Training in a hospital in the 1930s, Edith Cotterill's long hours on the wards included encouraging leeches to attach to patients (a task much harder than you might think) and the disposal in the furnace of amputated limbs. Although hospital life did have its compensations – it was there during the war that she met an injured sailor who was to become her husband. After the birth of her two daughters, Edith returned to work in the 1950s as a district nurse. Whether she was ridding ageing spinsters of fleas or dishing out penicillin and enemas, Edith always approached even the most belligerent of patients with humour, compassion and warmth.
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Edith Cotterill was born in Tipton, Staffordshire, during a Zeppelin raid in 1916. She joined the nursing profession in 1934, working at Standon Orthopaedic Hospital and Margaret General and District Hospital, and married a sailor in the Royal Navy in 1940. After the birth of her two daughters, she returned to nursing as a district nurse back in Tipton. She died in 1997.Review:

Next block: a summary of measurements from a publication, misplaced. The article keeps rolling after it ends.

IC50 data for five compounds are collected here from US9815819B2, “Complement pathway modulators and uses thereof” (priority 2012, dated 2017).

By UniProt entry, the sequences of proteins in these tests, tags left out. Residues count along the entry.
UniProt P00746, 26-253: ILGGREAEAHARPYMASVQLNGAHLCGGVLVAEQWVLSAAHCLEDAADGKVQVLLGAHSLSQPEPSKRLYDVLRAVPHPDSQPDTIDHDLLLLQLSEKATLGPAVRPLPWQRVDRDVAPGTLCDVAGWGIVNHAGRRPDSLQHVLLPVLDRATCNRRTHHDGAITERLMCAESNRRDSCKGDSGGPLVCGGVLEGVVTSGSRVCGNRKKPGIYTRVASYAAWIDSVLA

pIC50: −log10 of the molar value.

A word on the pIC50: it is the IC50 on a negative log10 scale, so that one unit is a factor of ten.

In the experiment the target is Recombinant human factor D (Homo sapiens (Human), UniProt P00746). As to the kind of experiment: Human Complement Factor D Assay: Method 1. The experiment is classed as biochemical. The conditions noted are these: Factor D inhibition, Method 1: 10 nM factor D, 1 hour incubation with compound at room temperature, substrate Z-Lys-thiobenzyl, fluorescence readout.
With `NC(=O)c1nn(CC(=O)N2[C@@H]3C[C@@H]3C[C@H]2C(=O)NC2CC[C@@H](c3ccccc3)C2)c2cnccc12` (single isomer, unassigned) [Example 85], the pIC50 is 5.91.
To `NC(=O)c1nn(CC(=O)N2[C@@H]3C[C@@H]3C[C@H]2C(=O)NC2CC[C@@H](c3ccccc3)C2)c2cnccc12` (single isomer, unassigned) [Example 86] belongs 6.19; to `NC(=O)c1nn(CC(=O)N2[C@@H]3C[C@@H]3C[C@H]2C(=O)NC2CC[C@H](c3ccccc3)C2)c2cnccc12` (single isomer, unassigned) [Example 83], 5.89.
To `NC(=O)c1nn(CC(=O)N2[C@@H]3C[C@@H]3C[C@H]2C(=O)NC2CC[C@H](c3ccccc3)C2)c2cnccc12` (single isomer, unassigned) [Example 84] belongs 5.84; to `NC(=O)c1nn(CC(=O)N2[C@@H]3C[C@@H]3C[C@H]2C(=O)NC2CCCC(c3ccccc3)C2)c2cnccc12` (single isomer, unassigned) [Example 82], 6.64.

"Brilliant ... a rare book of truth and insight containing hilarious and soul wrenching stories of patients, hospital practice and colleagues, wartime traumas and post-war austerity. Ending with one of the most tragic and moving stories I have ever read" -- Jennifer Worth, bestselling author of CALL THE MIDWIFE "Touching and tender, full of comic but courageous characters, Edith Cotterill's Nurse on Call goes straight to the heart" She "Ought to provide the perfect antidote to today's bureaucratic National Health Service" Daily Mail "Heartwarming" Yours
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Book Description Ebury Press, 1986. Hardcover. Book Condition: New. book. Bookseller Inventory # M0712695214